The sun is still not spending much time with us, and we are entering what are typically the coldest months of the year. This is a good time for softness and rest. For a while now, I have followed a movement called “The Nap Ministry,” and more recently, I began reading a book that came out of that movement titled Rest is Resistance: A Manifesto by Tricia Hersey.
Though I am not yet too far into it, I do recommend the read, but I have a note for those who are white (like me): the movement has developed in a very particular context in which descendants of enslaved people are prioritizing rest as a claim to liberation. Not everything is for us, and at the least, there are different things we must do to move toward liberatory futures.
Nonetheless, I feel moved to share an excerpt from the Introduction: “[S]ince birth we slowly are indoctrinated into the cult of urgency and disconnection via white supremacy culture . . . . I am clearly stating that to center rest, naps, sleep, slowing down, and leisure in a capitalist, white supremacist, ableist, patriarchal world is to live as an outlier, a pilgrimage infused with softness, intentionality, and community care.” The book talks about rest as something that makes us more human.
As I read, I find myself thinking of a comment made at the last Common Council meeting, about families with children feeling overwhelmed, overly busy, and tired. What happens spiritually to families who don’t have their needs for rest and leisure met? Do they lose touch with something about their humanity? These reflections inspire me to imagine forms of ministry in the future of this congregation that “center rest, naps, sleep, slowing down, and leisure” and that are infused with “softness, intentionality, and community care.”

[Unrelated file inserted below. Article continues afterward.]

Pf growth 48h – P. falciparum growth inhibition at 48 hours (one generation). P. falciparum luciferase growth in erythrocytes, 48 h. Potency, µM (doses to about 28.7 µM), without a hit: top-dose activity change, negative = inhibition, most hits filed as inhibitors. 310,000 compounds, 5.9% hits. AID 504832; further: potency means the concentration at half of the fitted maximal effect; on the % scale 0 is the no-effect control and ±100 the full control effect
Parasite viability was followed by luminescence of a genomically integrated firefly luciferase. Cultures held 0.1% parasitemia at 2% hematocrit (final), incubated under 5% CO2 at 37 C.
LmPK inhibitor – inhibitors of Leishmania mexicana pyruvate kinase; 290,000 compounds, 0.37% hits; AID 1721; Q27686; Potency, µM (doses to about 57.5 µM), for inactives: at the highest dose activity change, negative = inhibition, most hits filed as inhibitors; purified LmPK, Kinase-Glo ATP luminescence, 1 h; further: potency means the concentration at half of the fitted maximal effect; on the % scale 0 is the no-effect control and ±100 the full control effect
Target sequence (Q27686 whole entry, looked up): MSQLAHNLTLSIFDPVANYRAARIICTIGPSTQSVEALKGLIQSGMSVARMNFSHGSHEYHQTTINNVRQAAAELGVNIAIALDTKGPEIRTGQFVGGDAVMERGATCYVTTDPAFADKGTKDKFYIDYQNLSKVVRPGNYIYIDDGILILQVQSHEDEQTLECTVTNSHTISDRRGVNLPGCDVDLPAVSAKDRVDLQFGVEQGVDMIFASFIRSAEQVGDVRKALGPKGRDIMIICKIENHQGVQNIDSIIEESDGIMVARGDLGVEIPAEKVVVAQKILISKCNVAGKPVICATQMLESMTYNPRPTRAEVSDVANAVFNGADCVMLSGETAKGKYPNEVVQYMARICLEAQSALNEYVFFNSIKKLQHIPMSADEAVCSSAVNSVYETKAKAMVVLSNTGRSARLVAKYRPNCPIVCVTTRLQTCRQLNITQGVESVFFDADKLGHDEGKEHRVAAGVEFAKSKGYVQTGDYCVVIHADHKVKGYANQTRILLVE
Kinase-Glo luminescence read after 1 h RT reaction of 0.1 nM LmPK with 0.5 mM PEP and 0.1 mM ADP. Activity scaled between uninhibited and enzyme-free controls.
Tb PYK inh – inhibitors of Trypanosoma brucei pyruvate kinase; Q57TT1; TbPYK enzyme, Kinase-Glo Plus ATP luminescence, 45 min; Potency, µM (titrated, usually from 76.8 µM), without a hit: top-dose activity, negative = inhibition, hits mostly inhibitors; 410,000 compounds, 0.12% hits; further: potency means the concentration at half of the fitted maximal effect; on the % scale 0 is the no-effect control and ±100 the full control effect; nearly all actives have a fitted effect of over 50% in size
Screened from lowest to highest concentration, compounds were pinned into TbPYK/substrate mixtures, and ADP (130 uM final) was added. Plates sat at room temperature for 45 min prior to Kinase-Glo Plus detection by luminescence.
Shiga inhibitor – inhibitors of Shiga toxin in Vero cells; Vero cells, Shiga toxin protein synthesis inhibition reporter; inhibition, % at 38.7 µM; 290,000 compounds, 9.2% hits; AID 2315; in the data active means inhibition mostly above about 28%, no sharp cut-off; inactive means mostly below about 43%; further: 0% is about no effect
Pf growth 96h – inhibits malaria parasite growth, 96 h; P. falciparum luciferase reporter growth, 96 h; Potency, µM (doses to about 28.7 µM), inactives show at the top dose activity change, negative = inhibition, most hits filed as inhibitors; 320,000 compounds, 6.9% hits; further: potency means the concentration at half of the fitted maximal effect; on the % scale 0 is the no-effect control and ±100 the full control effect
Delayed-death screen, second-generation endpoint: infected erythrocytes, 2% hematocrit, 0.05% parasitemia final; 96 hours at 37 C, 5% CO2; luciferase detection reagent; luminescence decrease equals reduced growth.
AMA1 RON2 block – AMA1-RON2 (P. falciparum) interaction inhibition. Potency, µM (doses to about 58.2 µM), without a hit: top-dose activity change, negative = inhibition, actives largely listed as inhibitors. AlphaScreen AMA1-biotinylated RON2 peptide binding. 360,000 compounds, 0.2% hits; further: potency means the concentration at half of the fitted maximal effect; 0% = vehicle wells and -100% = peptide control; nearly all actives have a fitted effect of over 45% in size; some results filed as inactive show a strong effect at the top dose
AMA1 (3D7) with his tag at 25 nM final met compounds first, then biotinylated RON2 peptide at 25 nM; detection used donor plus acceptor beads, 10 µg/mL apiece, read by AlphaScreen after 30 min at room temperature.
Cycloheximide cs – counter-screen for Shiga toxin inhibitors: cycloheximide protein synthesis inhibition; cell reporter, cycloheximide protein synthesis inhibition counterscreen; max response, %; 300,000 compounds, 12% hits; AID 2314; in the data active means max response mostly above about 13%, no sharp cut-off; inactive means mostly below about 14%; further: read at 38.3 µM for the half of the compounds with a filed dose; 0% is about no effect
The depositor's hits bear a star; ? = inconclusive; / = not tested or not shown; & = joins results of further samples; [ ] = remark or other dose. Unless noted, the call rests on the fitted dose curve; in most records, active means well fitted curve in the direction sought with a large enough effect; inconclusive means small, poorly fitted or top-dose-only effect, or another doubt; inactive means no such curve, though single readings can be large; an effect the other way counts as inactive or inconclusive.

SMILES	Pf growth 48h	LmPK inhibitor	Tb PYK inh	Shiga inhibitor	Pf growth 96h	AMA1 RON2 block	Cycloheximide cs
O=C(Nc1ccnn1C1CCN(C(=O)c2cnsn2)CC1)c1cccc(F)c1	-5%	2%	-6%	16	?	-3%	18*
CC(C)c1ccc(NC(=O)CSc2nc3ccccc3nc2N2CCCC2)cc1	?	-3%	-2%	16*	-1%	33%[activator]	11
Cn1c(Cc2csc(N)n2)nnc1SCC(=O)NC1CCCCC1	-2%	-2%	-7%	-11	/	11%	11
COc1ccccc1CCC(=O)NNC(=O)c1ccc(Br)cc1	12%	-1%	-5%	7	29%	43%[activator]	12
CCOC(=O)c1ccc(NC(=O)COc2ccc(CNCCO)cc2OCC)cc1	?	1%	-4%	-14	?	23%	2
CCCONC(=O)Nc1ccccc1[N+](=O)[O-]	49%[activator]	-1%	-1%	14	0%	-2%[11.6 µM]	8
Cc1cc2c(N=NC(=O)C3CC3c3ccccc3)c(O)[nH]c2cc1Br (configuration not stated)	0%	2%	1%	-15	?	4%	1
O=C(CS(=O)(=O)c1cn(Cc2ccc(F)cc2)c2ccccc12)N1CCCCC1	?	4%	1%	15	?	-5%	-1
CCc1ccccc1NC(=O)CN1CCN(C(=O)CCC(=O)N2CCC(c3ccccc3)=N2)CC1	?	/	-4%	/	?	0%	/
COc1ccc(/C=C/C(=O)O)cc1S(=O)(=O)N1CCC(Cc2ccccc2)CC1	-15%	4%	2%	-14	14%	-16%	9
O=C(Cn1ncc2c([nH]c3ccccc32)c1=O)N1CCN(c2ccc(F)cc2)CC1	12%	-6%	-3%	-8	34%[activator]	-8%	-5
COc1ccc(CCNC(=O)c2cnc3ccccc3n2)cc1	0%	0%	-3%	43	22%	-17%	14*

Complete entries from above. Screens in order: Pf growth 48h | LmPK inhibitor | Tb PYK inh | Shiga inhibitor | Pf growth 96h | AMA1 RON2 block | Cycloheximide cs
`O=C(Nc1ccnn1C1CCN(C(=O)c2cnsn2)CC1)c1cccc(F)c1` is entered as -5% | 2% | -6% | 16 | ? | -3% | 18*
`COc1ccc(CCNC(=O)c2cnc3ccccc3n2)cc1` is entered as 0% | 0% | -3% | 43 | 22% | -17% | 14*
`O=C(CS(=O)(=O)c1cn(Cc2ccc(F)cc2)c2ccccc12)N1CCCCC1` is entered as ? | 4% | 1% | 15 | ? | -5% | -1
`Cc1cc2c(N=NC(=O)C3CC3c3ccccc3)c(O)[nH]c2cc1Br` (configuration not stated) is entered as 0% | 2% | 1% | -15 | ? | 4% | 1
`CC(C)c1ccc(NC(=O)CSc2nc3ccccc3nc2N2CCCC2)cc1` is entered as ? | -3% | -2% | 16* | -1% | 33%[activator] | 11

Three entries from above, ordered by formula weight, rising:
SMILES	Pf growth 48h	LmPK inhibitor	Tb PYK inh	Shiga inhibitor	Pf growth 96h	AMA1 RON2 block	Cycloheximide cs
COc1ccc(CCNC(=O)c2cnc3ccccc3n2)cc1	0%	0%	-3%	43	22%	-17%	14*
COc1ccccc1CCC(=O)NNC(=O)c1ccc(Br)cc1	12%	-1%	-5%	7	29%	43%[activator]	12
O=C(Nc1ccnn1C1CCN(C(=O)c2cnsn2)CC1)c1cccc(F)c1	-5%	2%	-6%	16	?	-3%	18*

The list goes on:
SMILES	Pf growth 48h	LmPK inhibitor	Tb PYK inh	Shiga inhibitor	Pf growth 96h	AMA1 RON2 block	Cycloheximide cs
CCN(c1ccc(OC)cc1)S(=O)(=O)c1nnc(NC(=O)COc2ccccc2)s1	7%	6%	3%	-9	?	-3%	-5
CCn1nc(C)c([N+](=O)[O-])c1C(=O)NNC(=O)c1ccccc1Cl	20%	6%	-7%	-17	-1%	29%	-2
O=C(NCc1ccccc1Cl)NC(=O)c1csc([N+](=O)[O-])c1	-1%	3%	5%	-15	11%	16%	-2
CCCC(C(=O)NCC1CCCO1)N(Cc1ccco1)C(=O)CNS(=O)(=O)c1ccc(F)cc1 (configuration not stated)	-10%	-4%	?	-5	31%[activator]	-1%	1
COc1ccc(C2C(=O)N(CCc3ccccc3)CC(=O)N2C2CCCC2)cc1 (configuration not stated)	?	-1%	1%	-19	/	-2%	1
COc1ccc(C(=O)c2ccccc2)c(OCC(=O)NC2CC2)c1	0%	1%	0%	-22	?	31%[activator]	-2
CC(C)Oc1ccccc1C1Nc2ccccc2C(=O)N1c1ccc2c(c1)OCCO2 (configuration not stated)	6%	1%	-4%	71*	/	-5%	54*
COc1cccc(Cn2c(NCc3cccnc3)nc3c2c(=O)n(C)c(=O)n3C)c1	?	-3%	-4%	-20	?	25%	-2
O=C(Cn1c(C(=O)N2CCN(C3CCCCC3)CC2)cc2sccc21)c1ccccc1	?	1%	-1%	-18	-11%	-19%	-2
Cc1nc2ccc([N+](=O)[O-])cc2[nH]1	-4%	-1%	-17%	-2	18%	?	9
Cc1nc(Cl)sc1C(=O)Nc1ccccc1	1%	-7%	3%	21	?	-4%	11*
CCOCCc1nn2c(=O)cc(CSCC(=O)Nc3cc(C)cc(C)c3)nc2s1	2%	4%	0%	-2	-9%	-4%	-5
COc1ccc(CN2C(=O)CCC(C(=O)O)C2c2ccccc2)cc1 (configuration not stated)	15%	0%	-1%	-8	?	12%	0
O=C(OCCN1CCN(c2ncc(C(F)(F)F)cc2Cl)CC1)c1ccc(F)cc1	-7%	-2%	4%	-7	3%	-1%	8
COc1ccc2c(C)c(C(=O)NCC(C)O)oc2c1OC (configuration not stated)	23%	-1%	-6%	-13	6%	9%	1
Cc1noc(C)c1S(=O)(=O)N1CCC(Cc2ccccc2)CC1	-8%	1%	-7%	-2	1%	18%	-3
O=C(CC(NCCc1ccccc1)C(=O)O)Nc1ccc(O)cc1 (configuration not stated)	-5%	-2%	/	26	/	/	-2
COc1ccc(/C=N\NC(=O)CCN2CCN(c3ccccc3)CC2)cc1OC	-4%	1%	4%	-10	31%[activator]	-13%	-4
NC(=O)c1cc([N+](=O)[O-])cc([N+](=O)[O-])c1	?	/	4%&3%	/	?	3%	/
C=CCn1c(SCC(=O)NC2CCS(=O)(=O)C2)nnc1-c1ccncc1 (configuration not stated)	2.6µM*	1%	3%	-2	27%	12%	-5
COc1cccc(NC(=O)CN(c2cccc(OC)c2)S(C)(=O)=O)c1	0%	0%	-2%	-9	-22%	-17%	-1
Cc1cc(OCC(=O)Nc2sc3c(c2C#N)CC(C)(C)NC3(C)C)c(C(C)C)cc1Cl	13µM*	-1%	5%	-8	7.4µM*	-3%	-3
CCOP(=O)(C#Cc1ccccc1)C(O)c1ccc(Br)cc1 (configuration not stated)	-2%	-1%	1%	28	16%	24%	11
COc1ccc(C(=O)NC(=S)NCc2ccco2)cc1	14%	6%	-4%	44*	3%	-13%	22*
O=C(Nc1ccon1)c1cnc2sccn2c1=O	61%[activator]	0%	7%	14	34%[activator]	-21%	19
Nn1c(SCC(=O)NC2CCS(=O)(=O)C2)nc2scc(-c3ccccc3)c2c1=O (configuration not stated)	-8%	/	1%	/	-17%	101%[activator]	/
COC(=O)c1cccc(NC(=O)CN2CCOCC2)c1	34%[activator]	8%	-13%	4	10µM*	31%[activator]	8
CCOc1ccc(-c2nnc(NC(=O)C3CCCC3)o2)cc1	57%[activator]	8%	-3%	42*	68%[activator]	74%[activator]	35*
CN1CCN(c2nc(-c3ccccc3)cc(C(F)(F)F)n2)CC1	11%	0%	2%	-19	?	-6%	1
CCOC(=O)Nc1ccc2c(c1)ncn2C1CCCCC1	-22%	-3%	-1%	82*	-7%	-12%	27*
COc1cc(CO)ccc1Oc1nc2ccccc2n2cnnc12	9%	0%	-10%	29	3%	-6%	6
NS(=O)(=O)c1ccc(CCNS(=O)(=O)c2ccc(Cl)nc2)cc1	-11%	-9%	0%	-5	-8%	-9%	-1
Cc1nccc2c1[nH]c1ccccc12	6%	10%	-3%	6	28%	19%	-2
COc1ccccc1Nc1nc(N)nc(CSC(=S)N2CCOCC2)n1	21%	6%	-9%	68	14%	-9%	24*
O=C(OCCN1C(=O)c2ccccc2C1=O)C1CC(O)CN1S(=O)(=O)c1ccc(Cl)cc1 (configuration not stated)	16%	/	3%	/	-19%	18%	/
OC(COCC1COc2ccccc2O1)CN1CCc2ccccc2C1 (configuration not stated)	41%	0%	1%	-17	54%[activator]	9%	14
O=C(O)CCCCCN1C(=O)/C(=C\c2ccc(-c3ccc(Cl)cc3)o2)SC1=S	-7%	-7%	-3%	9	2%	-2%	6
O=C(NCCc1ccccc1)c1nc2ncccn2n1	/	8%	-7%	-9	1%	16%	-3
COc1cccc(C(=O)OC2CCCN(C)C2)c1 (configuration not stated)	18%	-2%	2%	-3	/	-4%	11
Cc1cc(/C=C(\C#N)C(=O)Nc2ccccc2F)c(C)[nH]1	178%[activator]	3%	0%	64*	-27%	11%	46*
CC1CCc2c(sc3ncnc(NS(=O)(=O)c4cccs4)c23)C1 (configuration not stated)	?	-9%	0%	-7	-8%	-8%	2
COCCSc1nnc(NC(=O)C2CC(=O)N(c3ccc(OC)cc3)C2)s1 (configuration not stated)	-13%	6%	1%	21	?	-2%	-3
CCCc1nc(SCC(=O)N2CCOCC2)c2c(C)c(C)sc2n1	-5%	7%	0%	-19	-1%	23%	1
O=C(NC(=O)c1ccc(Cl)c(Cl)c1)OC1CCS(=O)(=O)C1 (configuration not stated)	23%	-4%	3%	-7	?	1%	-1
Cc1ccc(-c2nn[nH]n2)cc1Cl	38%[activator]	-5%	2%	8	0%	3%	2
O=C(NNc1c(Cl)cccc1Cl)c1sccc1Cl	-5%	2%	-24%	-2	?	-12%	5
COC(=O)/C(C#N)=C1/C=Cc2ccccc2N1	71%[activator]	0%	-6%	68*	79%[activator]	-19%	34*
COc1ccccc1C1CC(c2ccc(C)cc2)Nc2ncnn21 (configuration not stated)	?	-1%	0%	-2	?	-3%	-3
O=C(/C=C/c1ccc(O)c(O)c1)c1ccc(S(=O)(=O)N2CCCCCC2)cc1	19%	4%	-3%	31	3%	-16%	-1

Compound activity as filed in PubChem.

This is not necessarily a future filled with programs and activities designed to maximize a feeling of educational productivity. This notion of what we “center” (our productive capacity vs. leisure and play, for instance) can be useful as we discern the ministry needs of families in the greater Danbury Community and consider how to create a future in which we minister to those families. Soon, we will convene some conversations about the future of Religious Education for children and youth in this congregation. It will be useful to consider what is happening spiritually in the lives of children and their adults, and what we need to “center” to tend to these humans.
Warmly in Faith,
Current Religious Education Programs for Children and Youth
This month we are adding two Our Whole Lives (OWL) sexuality education programs to our offerings! Participating youth must commit to attending every session in order to participate. The 7th-8th grade OWL program will take place Sunday evenings, and the high school program will take place Sunday mornings. For younger children attending on Sunday mornings when there is regular programming, there are multiple options:
- Attend service with your adults
- Come to our Forest School-inspired, child-led program in which we explore spiritual themes through play
- Attend nursery care (for our youngest children)